TUESDAY, MAY 17, 2022
And the New York Times' new reporter: It was an unusual moment in the recent history of the New York Times.
When it comes to the New York City Public Schools, the paper of record typically concerns itself with the highest achieving students only—with the top few percent.
Which of these higher-achieving kids, and from which racial and ethnic groups, will get into Stuyvesant High, then possibly move on to Yale? As we've noted again and again and again, the New York Times fills its front pages with anguished reports about those questions.
The vast majority of students—the good, decent kids who won't be going to Yale—are rarely given the time of day in this Hamptons-based upper-class newspaper.
Last Friday morning, the New York Times published different type of report. This news report concerned the struggles of the hundreds of thousands of good, decent kids who won't proceed from Gotham's public schools to the hallowed halls of Yale or Harvard or Brown.
Amazingly, New York City's new mayor, Eric Adams, has voiced concern about Gotham's more numerous and more typical kids! He has voiced concern about the way those hundreds of thousands of good, decent kids may struggle in hit city's public schools.
This new mayor has even produced a proposal addressing the needs of these good, decent kids! In last Friday's New York Times, the news report about his proposal started like this, headline included:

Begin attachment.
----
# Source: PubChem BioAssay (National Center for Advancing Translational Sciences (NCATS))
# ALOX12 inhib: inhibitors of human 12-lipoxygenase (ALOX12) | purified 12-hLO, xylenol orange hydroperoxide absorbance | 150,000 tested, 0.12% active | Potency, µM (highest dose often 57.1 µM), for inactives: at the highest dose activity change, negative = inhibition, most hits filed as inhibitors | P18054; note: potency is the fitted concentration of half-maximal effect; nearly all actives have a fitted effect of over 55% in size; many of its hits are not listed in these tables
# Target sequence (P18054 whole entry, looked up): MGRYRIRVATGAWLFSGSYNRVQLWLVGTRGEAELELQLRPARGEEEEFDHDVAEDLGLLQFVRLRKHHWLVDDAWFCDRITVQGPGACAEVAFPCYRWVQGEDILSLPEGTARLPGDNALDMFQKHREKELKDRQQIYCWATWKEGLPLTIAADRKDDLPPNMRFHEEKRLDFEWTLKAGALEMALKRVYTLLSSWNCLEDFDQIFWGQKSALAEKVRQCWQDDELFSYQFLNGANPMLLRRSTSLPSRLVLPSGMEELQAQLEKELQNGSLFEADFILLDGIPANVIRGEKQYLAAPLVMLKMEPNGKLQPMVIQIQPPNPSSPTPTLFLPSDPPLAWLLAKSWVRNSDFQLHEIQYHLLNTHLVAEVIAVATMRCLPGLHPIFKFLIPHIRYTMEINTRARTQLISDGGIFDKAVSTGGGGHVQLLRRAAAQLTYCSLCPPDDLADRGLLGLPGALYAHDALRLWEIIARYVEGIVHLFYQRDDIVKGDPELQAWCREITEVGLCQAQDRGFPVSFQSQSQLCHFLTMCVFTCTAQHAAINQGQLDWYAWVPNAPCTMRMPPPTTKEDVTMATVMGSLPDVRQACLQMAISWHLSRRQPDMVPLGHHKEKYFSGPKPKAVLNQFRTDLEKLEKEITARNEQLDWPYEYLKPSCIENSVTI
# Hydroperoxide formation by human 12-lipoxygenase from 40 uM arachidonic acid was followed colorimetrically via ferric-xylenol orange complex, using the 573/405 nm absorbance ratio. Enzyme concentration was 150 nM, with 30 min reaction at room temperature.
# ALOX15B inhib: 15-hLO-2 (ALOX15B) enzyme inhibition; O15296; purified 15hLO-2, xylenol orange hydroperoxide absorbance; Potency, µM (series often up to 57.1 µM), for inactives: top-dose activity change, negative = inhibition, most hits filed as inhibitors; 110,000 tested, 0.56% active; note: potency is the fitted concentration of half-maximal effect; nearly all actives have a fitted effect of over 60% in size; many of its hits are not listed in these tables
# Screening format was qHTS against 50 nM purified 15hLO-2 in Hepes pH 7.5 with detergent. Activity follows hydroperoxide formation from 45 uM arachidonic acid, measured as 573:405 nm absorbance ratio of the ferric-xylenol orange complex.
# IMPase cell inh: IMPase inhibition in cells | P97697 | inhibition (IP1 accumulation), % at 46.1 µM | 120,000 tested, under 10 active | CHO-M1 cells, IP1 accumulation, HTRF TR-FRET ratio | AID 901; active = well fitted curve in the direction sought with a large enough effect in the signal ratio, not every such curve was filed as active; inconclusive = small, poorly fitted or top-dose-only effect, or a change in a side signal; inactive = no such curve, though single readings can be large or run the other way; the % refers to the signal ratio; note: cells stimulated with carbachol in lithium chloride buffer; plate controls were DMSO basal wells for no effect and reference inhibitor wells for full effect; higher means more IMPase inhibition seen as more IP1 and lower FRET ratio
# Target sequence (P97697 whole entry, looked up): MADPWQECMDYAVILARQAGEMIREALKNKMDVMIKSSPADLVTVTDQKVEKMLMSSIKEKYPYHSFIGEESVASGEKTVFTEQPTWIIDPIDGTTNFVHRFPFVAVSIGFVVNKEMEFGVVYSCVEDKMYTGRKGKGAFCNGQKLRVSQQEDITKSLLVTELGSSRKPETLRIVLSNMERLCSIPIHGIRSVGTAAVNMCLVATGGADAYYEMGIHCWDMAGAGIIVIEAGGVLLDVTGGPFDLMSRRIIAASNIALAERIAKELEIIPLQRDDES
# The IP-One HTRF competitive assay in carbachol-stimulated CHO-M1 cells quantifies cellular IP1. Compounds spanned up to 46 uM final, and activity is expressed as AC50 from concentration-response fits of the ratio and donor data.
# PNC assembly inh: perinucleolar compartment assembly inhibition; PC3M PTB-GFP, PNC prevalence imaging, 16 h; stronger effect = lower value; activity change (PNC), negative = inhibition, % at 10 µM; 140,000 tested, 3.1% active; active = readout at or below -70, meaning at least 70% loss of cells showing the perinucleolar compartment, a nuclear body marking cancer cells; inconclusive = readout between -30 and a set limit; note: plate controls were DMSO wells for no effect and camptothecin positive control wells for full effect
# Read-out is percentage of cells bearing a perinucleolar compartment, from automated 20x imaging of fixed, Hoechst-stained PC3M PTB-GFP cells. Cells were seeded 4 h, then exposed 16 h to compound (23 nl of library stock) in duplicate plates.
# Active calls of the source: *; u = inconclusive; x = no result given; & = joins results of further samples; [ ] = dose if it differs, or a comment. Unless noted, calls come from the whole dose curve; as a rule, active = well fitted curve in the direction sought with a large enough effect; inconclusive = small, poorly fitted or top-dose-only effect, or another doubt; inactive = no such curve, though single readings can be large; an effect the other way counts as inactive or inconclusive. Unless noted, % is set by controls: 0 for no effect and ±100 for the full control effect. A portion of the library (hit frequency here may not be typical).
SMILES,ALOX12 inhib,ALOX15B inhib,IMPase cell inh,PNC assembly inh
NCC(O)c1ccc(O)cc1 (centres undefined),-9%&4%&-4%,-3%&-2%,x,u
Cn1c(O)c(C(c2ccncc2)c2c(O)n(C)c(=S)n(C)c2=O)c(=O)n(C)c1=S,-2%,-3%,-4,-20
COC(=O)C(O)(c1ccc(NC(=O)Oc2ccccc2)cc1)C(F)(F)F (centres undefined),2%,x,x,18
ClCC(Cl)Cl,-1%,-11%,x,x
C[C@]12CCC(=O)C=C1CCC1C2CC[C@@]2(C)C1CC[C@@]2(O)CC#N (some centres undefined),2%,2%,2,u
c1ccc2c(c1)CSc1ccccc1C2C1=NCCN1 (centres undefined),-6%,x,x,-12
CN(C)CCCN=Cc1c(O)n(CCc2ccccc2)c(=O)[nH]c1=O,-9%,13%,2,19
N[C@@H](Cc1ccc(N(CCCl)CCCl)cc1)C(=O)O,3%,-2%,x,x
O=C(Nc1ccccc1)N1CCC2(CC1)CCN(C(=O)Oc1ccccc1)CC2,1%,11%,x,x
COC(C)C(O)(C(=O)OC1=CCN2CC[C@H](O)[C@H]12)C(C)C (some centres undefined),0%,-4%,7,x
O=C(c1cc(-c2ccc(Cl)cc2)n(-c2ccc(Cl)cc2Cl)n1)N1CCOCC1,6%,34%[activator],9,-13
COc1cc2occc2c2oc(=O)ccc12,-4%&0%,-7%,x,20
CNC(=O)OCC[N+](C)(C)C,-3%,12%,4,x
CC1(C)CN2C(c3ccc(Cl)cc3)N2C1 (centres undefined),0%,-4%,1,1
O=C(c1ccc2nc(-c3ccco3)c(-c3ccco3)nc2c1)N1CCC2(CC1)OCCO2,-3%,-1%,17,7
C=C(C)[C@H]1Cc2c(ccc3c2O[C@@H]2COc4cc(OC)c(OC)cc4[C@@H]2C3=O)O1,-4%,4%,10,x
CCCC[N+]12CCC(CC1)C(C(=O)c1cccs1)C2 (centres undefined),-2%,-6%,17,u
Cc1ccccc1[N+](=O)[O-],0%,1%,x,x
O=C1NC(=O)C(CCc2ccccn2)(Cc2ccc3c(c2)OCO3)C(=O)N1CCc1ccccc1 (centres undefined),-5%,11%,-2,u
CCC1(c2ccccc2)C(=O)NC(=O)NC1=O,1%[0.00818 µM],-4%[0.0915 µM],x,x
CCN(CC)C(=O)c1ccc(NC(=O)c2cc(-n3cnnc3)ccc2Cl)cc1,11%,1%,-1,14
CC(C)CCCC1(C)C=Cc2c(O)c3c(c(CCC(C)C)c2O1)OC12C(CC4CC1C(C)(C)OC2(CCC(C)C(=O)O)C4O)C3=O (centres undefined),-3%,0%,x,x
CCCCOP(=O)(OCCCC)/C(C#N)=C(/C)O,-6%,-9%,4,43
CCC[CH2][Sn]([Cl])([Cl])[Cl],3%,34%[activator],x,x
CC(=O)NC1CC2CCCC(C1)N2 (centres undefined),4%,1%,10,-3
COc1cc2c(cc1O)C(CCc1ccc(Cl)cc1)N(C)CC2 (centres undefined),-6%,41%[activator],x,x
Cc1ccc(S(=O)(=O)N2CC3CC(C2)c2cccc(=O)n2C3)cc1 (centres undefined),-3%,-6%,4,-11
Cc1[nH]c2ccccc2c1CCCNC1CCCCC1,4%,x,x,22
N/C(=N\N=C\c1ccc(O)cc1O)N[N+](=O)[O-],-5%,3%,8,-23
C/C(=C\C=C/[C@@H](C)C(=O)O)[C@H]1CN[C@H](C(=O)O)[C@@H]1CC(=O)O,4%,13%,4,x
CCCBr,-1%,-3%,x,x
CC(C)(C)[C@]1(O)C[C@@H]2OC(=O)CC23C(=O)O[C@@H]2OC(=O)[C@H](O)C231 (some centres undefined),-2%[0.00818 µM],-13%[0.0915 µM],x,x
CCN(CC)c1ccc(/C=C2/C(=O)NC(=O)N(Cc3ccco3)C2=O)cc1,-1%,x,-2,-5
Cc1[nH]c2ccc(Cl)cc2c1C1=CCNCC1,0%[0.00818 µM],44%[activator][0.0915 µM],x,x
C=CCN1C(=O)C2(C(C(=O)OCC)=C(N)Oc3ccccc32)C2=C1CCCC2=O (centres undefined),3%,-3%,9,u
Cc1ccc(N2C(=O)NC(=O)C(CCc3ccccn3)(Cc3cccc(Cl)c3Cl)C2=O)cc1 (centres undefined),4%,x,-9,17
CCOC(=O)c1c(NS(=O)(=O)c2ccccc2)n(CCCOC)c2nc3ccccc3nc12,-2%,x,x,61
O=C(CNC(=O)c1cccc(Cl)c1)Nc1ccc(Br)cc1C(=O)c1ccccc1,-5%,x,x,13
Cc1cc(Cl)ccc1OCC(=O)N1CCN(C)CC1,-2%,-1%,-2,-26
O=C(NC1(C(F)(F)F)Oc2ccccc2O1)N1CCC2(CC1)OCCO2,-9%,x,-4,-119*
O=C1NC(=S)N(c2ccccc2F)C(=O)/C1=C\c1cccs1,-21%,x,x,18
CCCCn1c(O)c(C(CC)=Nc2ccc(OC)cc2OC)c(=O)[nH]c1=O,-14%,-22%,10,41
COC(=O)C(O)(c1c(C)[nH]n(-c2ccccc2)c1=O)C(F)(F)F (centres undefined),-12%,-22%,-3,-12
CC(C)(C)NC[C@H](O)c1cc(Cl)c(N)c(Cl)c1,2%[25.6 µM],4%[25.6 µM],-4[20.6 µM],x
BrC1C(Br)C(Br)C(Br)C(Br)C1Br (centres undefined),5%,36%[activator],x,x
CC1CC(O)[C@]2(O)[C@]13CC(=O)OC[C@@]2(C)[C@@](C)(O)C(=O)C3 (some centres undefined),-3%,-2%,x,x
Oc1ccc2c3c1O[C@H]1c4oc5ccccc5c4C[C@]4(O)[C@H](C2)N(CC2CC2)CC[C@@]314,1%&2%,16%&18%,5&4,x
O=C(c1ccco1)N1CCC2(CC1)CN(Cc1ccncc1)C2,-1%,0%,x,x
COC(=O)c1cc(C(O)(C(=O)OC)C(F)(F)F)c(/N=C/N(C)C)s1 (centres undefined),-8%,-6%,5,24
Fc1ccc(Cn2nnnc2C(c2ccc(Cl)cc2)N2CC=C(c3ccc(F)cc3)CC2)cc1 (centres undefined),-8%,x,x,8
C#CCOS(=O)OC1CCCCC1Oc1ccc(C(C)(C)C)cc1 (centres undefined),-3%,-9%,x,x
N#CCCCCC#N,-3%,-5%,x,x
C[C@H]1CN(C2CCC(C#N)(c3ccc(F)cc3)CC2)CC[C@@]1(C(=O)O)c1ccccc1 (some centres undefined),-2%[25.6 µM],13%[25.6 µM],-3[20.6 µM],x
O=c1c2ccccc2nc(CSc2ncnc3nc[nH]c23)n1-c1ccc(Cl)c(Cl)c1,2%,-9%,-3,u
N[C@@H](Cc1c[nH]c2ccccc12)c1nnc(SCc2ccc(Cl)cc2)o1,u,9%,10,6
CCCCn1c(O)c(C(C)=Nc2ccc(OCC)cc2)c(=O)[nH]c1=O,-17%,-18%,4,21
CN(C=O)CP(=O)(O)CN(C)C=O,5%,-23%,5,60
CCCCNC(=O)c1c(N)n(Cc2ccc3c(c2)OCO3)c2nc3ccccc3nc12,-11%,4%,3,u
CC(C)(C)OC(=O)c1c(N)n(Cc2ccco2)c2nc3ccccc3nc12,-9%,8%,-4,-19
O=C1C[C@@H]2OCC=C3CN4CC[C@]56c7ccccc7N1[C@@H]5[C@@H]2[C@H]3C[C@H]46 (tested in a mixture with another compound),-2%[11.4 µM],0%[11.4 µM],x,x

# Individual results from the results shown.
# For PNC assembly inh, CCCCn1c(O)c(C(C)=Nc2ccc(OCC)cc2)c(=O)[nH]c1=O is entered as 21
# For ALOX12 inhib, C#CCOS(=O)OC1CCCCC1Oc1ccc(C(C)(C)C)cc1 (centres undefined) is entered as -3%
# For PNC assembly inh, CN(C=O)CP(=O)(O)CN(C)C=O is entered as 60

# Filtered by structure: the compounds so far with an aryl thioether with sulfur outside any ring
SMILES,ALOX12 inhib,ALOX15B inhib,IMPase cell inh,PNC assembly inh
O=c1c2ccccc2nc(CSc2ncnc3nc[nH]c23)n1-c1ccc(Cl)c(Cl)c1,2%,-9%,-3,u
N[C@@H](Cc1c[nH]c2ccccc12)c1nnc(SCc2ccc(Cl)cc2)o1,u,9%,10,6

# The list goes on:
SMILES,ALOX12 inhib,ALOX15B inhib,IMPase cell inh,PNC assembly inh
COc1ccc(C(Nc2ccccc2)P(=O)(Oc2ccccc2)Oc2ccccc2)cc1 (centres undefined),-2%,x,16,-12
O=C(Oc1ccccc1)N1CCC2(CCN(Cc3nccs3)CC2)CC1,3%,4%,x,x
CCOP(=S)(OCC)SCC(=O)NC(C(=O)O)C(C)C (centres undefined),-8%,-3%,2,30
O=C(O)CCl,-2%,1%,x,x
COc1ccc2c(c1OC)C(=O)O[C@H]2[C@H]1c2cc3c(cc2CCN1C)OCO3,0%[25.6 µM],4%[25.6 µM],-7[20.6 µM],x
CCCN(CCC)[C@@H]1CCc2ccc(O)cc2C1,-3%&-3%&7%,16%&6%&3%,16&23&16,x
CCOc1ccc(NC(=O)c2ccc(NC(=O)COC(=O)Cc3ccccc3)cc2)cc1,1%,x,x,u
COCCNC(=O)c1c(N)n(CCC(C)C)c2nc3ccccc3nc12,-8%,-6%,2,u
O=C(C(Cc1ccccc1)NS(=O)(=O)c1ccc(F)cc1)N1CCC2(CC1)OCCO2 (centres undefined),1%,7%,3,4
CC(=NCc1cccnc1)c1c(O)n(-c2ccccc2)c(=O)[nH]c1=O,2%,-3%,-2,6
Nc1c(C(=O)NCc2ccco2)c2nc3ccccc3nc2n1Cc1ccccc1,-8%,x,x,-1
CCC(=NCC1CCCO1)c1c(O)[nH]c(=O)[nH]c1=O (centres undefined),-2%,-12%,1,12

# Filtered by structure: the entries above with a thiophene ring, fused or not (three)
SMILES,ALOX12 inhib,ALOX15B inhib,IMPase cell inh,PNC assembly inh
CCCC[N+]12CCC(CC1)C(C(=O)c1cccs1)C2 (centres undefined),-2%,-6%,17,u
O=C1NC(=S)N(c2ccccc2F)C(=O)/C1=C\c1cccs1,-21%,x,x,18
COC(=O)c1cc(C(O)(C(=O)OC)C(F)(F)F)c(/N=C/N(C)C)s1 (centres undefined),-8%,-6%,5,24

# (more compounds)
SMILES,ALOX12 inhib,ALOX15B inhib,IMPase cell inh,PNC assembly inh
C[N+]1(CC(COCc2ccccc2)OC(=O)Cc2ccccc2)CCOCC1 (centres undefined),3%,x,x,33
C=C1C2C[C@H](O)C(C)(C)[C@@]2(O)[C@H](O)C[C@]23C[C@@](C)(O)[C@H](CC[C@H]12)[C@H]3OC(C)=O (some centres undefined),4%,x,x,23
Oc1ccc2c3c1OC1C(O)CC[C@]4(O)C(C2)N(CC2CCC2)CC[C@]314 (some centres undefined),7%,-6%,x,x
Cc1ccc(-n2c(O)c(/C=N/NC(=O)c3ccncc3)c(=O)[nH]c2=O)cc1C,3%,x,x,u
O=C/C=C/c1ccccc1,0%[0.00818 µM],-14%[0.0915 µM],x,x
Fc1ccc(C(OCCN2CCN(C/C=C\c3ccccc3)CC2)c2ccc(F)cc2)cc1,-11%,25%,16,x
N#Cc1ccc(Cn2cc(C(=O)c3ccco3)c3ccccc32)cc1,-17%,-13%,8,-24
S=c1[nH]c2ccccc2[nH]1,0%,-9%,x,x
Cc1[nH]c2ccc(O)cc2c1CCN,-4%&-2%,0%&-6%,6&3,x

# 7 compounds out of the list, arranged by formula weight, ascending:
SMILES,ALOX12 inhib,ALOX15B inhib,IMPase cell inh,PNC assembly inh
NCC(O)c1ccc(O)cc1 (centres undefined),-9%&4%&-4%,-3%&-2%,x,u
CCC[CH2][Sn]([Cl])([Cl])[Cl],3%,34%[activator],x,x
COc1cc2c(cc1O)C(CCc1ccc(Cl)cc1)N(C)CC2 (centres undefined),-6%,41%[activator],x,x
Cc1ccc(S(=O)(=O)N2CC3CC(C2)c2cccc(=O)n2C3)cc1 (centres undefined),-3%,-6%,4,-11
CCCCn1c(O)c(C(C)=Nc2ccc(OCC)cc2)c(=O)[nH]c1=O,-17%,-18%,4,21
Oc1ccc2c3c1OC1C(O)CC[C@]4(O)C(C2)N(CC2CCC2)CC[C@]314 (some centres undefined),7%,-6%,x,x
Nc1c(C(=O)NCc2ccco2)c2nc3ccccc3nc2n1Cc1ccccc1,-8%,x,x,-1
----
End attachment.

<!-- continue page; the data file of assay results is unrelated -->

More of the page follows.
Mayor Adams Unveils Program to Address Dyslexia in N.Y.C. Schools
Mayor Eric Adams announced Thursday the details of a plan to turn around a literacy crisis in New York City and, in particular, to serve thousands of children in public schools who may have dyslexia, an issue deeply personal to the mayor, who has said his own undiagnosed dyslexia hurt his academic career.
School officials plan to screen nearly all students for dyslexia, while 80 elementary schools and 80 middle schools will receive additional support for addressing the needs of children with dyslexia. The city will also open two new dyslexia programs—one at P.S. 125 Ralph Bunche in Harlem and the other at P.S. 161 Juan Ponce de Leon in the South Bronx—with a goal of opening similar programs in each borough by 2023.
Officials also plan to train all teachers, and will create a new dyslexia task force. School leaders are requiring school principals to pivot to a phonics-based literacy curriculum, which literacy experts say is the most effective way to teach reading to most children.